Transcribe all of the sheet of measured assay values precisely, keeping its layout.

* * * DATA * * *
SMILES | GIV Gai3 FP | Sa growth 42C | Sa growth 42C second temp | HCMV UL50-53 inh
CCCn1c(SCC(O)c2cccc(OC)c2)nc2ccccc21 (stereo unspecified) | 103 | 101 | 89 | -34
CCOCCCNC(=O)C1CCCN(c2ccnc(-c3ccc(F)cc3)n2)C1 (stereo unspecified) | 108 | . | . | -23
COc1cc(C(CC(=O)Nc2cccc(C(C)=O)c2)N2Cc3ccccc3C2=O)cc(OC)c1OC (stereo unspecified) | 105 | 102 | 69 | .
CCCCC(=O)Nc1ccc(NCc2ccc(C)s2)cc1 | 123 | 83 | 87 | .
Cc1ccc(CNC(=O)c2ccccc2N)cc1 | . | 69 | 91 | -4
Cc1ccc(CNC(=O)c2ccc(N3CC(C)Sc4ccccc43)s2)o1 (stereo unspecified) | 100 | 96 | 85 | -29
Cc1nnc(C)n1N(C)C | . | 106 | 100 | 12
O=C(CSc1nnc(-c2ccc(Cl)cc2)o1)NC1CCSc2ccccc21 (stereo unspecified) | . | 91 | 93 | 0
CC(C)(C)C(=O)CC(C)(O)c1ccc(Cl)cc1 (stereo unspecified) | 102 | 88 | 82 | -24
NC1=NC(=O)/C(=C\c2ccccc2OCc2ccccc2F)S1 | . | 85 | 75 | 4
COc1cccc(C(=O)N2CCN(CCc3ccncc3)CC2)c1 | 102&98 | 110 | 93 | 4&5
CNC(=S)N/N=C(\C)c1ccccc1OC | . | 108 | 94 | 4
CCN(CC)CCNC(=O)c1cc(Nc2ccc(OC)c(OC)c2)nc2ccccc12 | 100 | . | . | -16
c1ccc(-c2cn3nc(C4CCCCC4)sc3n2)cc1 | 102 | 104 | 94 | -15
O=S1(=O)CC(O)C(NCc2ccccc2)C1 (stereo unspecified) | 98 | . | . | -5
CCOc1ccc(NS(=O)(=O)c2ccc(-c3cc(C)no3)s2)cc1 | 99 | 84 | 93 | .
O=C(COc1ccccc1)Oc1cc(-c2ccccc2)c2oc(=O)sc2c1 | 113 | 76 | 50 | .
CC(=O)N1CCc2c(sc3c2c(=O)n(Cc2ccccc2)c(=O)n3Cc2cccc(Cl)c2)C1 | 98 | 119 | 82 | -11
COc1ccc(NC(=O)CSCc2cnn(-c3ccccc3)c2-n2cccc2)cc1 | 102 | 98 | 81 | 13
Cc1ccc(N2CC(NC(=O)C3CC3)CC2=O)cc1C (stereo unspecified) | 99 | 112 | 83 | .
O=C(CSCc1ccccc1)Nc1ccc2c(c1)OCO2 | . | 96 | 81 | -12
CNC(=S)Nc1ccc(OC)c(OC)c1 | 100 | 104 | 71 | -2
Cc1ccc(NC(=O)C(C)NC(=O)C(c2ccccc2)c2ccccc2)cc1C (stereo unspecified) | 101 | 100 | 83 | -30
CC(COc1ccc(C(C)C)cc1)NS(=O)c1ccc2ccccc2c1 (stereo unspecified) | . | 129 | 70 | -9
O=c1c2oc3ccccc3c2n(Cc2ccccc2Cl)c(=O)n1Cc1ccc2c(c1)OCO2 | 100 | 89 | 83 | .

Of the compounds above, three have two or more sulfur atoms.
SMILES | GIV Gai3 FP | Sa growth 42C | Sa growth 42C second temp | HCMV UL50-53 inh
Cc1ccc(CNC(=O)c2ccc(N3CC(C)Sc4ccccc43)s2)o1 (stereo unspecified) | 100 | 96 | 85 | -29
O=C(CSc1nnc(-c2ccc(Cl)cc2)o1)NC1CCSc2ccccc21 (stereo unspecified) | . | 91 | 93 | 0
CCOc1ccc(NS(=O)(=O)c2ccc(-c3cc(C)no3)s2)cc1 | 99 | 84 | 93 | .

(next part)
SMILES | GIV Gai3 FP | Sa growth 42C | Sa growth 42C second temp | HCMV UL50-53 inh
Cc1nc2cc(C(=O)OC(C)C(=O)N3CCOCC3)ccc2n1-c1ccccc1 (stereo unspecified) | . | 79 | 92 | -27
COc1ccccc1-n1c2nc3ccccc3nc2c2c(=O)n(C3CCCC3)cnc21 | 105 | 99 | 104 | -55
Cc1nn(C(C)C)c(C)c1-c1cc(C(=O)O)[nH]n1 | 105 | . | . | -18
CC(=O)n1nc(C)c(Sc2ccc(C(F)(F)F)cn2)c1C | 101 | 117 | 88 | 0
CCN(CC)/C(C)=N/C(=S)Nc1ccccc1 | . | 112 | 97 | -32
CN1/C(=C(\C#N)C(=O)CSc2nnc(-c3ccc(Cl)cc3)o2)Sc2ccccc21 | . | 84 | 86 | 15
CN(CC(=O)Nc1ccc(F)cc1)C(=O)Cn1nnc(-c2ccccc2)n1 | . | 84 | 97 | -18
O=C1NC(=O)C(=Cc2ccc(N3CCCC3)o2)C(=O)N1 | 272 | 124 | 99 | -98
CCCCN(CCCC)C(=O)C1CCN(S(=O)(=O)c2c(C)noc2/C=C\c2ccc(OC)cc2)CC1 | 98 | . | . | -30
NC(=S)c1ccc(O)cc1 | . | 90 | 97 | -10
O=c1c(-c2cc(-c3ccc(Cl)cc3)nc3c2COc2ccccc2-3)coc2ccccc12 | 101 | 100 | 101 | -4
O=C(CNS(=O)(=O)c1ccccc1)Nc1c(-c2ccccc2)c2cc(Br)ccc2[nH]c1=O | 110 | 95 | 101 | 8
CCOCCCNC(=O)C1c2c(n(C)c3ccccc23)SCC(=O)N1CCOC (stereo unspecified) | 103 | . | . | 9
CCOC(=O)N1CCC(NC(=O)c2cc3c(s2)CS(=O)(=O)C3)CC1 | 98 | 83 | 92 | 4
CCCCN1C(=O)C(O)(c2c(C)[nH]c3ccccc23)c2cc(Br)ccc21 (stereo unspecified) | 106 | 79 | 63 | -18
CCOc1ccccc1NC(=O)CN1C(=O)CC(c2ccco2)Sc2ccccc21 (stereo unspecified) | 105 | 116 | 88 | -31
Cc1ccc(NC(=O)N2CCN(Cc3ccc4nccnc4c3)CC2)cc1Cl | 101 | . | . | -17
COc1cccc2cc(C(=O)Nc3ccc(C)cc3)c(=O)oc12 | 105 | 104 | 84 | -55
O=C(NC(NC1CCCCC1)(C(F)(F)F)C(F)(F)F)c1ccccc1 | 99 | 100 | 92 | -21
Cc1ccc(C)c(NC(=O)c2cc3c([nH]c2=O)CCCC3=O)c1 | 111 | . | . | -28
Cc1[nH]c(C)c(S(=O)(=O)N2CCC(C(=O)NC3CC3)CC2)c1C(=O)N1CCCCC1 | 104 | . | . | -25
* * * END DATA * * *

SMILES | GIV Gai3 FP | Sa growth 42C | Sa growth 42C second temp | HCMV UL50-53 inh
CCCn1c(SCC(O)c2cccc(OC)c2)nc2ccccc21 (stereo unspecified) | 103 | 101 | 89 | -34
CCOCCCNC(=O)C1CCCN(c2ccnc(-c3ccc(F)cc3)n2)C1 (stereo unspecified) | 108 | . | . | -23
COc1cc(C(CC(=O)Nc2cccc(C(C)=O)c2)N2Cc3ccccc3C2=O)cc(OC)c1OC (stereo unspecified) | 105 | 102 | 69 | .
CCCCC(=O)Nc1ccc(NCc2ccc(C)s2)cc1 | 123 | 83 | 87 | .
Cc1ccc(CNC(=O)c2ccccc2N)cc1 | . | 69 | 91 | -4
Cc1ccc(CNC(=O)c2ccc(N3CC(C)Sc4ccccc43)s2)o1 (stereo unspecified) | 100 | 96 | 85 | -29
Cc1nnc(C)n1N(C)C | . | 106 | 100 | 12
O=C(CSc1nnc(-c2ccc(Cl)cc2)o1)NC1CCSc2ccccc21 (stereo unspecified) | . | 91 | 93 | 0
CC(C)(C)C(=O)CC(C)(O)c1ccc(Cl)cc1 (stereo unspecified) | 102 | 88 | 82 | -24
NC1=NC(=O)/C(=C\c2ccccc2OCc2ccccc2F)S1 | . | 85 | 75 | 4
COc1cccc(C(=O)N2CCN(CCc3ccncc3)CC2)c1 | 102&98 | 110 | 93 | 4&5
CNC(=S)N/N=C(\C)c1ccccc1OC | . | 108 | 94 | 4
CCN(CC)CCNC(=O)c1cc(Nc2ccc(OC)c(OC)c2)nc2ccccc12 | 100 | . | . | -16
c1ccc(-c2cn3nc(C4CCCCC4)sc3n2)cc1 | 102 | 104 | 94 | -15
O=S1(=O)CC(O)C(NCc2ccccc2)C1 (stereo unspecified) | 98 | . | . | -5
CCOc1ccc(NS(=O)(=O)c2ccc(-c3cc(C)no3)s2)cc1 | 99 | 84 | 93 | .
O=C(COc1ccccc1)Oc1cc(-c2ccccc2)c2oc(=O)sc2c1 | 113 | 76 | 50 | .
CC(=O)N1CCc2c(sc3c2c(=O)n(Cc2ccccc2)c(=O)n3Cc2cccc(Cl)c2)C1 | 98 | 119 | 82 | -11
COc1ccc(NC(=O)CSCc2cnn(-c3ccccc3)c2-n2cccc2)cc1 | 102 | 98 | 81 | 13
Cc1ccc(N2CC(NC(=O)C3CC3)CC2=O)cc1C (stereo unspecified) | 99 | 112 | 83 | .
O=C(CSCc1ccccc1)Nc1ccc2c(c1)OCO2 | . | 96 | 81 | -12
CNC(=S)Nc1ccc(OC)c(OC)c1 | 100 | 104 | 71 | -2
Cc1ccc(NC(=O)C(C)NC(=O)C(c2ccccc2)c2ccccc2)cc1C (stereo unspecified) | 101 | 100 | 83 | -30
CC(COc1ccc(C(C)C)cc1)NS(=O)c1ccc2ccccc2c1 (stereo unspecified) | . | 129 | 70 | -9
O=c1c2oc3ccccc3c2n(Cc2ccccc2Cl)c(=O)n1Cc1ccc2c(c1)OCO2 | 100 | 89 | 83 | .

Of the compounds above, three have two or more sulfur atoms.
SMILES | GIV Gai3 FP | Sa growth 42C | Sa growth 42C second temp | HCMV UL50-53 inh
Cc1ccc(CNC(=O)c2ccc(N3CC(C)Sc4ccccc43)s2)o1 (stereo unspecified) | 100 | 96 | 85 | -29
O=C(CSc1nnc(-c2ccc(Cl)cc2)o1)NC1CCSc2ccccc21 (stereo unspecified) | . | 91 | 93 | 0
CCOc1ccc(NS(=O)(=O)c2ccc(-c3cc(C)no3)s2)cc1 | 99 | 84 | 93 | .

(next part)
SMILES | GIV Gai3 FP | Sa growth 42C | Sa growth 42C second temp | HCMV UL50-53 inh
Cc1nc2cc(C(=O)OC(C)C(=O)N3CCOCC3)ccc2n1-c1ccccc1 (stereo unspecified) | . | 79 | 92 | -27
COc1ccccc1-n1c2nc3ccccc3nc2c2c(=O)n(C3CCCC3)cnc21 | 105 | 99 | 104 | -55
Cc1nn(C(C)C)c(C)c1-c1cc(C(=O)O)[nH]n1 | 105 | . | . | -18
CC(=O)n1nc(C)c(Sc2ccc(C(F)(F)F)cn2)c1C | 101 | 117 | 88 | 0
CCN(CC)/C(C)=N/C(=S)Nc1ccccc1 | . | 112 | 97 | -32
CN1/C(=C(\C#N)C(=O)CSc2nnc(-c3ccc(Cl)cc3)o2)Sc2ccccc21 | . | 84 | 86 | 15
CN(CC(=O)Nc1ccc(F)cc1)C(=O)Cn1nnc(-c2ccccc2)n1 | . | 84 | 97 | -18
O=C1NC(=O)C(=Cc2ccc(N3CCCC3)o2)C(=O)N1 | 272 | 124 | 99 | -98
CCCCN(CCCC)C(=O)C1CCN(S(=O)(=O)c2c(C)noc2/C=C\c2ccc(OC)cc2)CC1 | 98 | . | . | -30
NC(=S)c1ccc(O)cc1 | . | 90 | 97 | -10
O=c1c(-c2cc(-c3ccc(Cl)cc3)nc3c2COc2ccccc2-3)coc2ccccc12 | 101 | 100 | 101 | -4
O=C(CNS(=O)(=O)c1ccccc1)Nc1c(-c2ccccc2)c2cc(Br)ccc2[nH]c1=O | 110 | 95 | 101 | 8
CCOCCCNC(=O)C1c2c(n(C)c3ccccc23)SCC(=O)N1CCOC (stereo unspecified) | 103 | . | . | 9
CCOC(=O)N1CCC(NC(=O)c2cc3c(s2)CS(=O)(=O)C3)CC1 | 98 | 83 | 92 | 4
CCCCN1C(=O)C(O)(c2c(C)[nH]c3ccccc23)c2cc(Br)ccc21 (stereo unspecified) | 106 | 79 | 63 | -18
CCOc1ccccc1NC(=O)CN1C(=O)CC(c2ccco2)Sc2ccccc21 (stereo unspecified) | 105 | 116 | 88 | -31
Cc1ccc(NC(=O)N2CCN(Cc3ccc4nccnc4c3)CC2)cc1Cl | 101 | . | . | -17
COc1cccc2cc(C(=O)Nc3ccc(C)cc3)c(=O)oc12 | 105 | 104 | 84 | -55
O=C(NC(NC1CCCCC1)(C(F)(F)F)C(F)(F)F)c1ccccc1 | 99 | 100 | 92 | -21
Cc1ccc(C)c(NC(=O)c2cc3c([nH]c2=O)CCCC3=O)c1 | 111 | . | . | -28
Cc1[nH]c(C)c(S(=O)(=O)N2CCC(C(=O)NC3CC3)CC2)c1C(=O)N1CCCCC1 | 104 | . | . | -25